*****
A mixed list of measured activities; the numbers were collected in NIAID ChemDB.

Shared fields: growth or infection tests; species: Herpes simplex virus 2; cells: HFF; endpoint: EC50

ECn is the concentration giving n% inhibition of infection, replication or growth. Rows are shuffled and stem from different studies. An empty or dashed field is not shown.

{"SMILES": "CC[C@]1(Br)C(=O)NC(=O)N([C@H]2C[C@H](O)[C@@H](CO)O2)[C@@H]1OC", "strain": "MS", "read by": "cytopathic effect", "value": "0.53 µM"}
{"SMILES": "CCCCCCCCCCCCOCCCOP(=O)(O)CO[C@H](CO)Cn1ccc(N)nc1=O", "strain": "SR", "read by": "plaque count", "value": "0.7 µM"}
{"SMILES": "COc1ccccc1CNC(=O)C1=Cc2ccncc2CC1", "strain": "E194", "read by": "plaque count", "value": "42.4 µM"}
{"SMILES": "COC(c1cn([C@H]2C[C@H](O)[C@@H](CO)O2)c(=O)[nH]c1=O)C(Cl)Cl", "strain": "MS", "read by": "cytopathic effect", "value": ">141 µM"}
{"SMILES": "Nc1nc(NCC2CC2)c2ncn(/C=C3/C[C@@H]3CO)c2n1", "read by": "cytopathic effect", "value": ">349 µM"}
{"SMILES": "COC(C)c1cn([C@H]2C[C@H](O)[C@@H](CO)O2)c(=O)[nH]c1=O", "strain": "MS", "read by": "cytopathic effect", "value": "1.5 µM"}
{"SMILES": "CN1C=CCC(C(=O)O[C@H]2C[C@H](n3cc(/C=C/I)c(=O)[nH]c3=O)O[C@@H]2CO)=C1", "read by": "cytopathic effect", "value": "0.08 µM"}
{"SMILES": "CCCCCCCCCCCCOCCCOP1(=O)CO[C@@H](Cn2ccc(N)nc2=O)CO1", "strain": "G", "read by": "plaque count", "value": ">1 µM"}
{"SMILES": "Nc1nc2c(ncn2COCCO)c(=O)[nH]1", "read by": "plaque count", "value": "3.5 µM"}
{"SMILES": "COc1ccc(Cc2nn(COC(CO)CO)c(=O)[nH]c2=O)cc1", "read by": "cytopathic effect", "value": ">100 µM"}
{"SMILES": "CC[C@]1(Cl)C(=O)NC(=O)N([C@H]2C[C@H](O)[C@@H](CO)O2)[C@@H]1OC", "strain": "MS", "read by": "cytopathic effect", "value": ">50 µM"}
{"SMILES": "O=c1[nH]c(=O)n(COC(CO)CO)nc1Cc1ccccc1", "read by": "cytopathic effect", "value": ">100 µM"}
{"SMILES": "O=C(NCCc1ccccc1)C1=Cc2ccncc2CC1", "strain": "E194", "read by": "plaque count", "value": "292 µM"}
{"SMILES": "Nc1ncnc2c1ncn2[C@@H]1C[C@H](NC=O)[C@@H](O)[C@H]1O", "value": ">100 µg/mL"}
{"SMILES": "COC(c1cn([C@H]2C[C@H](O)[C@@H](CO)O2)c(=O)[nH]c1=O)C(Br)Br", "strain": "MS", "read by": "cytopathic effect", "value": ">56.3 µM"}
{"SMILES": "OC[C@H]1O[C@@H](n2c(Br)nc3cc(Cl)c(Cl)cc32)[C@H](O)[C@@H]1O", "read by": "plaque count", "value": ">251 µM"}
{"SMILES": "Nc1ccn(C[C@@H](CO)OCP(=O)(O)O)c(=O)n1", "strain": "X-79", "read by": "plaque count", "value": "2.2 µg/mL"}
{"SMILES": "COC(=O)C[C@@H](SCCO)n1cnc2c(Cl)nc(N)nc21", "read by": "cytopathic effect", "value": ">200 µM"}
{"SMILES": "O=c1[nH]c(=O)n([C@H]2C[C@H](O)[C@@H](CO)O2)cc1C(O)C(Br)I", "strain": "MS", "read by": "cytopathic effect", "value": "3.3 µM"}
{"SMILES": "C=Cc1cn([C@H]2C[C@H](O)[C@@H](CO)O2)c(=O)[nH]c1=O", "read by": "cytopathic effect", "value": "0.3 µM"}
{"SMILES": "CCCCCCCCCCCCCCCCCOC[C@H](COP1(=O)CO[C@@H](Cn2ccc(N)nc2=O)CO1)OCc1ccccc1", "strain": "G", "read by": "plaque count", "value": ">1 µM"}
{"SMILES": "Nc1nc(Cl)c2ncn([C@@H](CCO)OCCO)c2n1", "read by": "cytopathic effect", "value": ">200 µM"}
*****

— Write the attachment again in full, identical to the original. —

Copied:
A mixed list of measured activities; the numbers were collected in NIAID ChemDB.

Shared fields: growth or infection tests; species: Herpes simplex virus 2; cells: HFF; endpoint: EC50

ECn is the concentration giving n% inhibition of infection, replication or growth. Rows are shuffled and stem from different studies. An empty or dashed field is not shown.

{"SMILES": "CC[C@]1(Br)C(=O)NC(=O)N([C@H]2C[C@H](O)[C@@H](CO)O2)[C@@H]1OC", "strain": "MS", "read by": "cytopathic effect", "value": "0.53 µM"}
{"SMILES": "CCCCCCCCCCCCOCCCOP(=O)(O)CO[C@H](CO)Cn1ccc(N)nc1=O", "strain": "SR", "read by": "plaque count", "value": "0.7 µM"}
{"SMILES": "COc1ccccc1CNC(=O)C1=Cc2ccncc2CC1", "strain": "E194", "read by": "plaque count", "value": "42.4 µM"}
{"SMILES": "COC(c1cn([C@H]2C[C@H](O)[C@@H](CO)O2)c(=O)[nH]c1=O)C(Cl)Cl", "strain": "MS", "read by": "cytopathic effect", "value": ">141 µM"}
{"SMILES": "Nc1nc(NCC2CC2)c2ncn(/C=C3/C[C@@H]3CO)c2n1", "read by": "cytopathic effect", "value": ">349 µM"}
{"SMILES": "COC(C)c1cn([C@H]2C[C@H](O)[C@@H](CO)O2)c(=O)[nH]c1=O", "strain": "MS", "read by": "cytopathic effect", "value": "1.5 µM"}
{"SMILES": "CN1C=CCC(C(=O)O[C@H]2C[C@H](n3cc(/C=C/I)c(=O)[nH]c3=O)O[C@@H]2CO)=C1", "read by": "cytopathic effect", "value": "0.08 µM"}
{"SMILES": "CCCCCCCCCCCCOCCCOP1(=O)CO[C@@H](Cn2ccc(N)nc2=O)CO1", "strain": "G", "read by": "plaque count", "value": ">1 µM"}
{"SMILES": "Nc1nc2c(ncn2COCCO)c(=O)[nH]1", "read by": "plaque count", "value": "3.5 µM"}
{"SMILES": "COc1ccc(Cc2nn(COC(CO)CO)c(=O)[nH]c2=O)cc1", "read by": "cytopathic effect", "value": ">100 µM"}
{"SMILES": "CC[C@]1(Cl)C(=O)NC(=O)N([C@H]2C[C@H](O)[C@@H](CO)O2)[C@@H]1OC", "strain": "MS", "read by": "cytopathic effect", "value": ">50 µM"}
{"SMILES": "O=c1[nH]c(=O)n(COC(CO)CO)nc1Cc1ccccc1", "read by": "cytopathic effect", "value": ">100 µM"}
{"SMILES": "O=C(NCCc1ccccc1)C1=Cc2ccncc2CC1", "strain": "E194", "read by": "plaque count", "value": "292 µM"}
{"SMILES": "Nc1ncnc2c1ncn2[C@@H]1C[C@H](NC=O)[C@@H](O)[C@H]1O", "value": ">100 µg/mL"}
{"SMILES": "COC(c1cn([C@H]2C[C@H](O)[C@@H](CO)O2)c(=O)[nH]c1=O)C(Br)Br", "strain": "MS", "read by": "cytopathic effect", "value": ">56.3 µM"}
{"SMILES": "OC[C@H]1O[C@@H](n2c(Br)nc3cc(Cl)c(Cl)cc32)[C@H](O)[C@@H]1O", "read by": "plaque count", "value": ">251 µM"}
{"SMILES": "Nc1ccn(C[C@@H](CO)OCP(=O)(O)O)c(=O)n1", "strain": "X-79", "read by": "plaque count", "value": "2.2 µg/mL"}
{"SMILES": "COC(=O)C[C@@H](SCCO)n1cnc2c(Cl)nc(N)nc21", "read by": "cytopathic effect", "value": ">200 µM"}
{"SMILES": "O=c1[nH]c(=O)n([C@H]2C[C@H](O)[C@@H](CO)O2)cc1C(O)C(Br)I", "strain": "MS", "read by": "cytopathic effect", "value": "3.3 µM"}
{"SMILES": "C=Cc1cn([C@H]2C[C@H](O)[C@@H](CO)O2)c(=O)[nH]c1=O", "read by": "cytopathic effect", "value": "0.3 µM"}
{"SMILES": "CCCCCCCCCCCCCCCCCOC[C@H](COP1(=O)CO[C@@H](Cn2ccc(N)nc2=O)CO1)OCc1ccccc1", "strain": "G", "read by": "plaque count", "value": ">1 µM"}
{"SMILES": "Nc1nc(Cl)c2ncn([C@@H](CCO)OCCO)c2n1", "read by": "cytopathic effect", "value": ">200 µM"}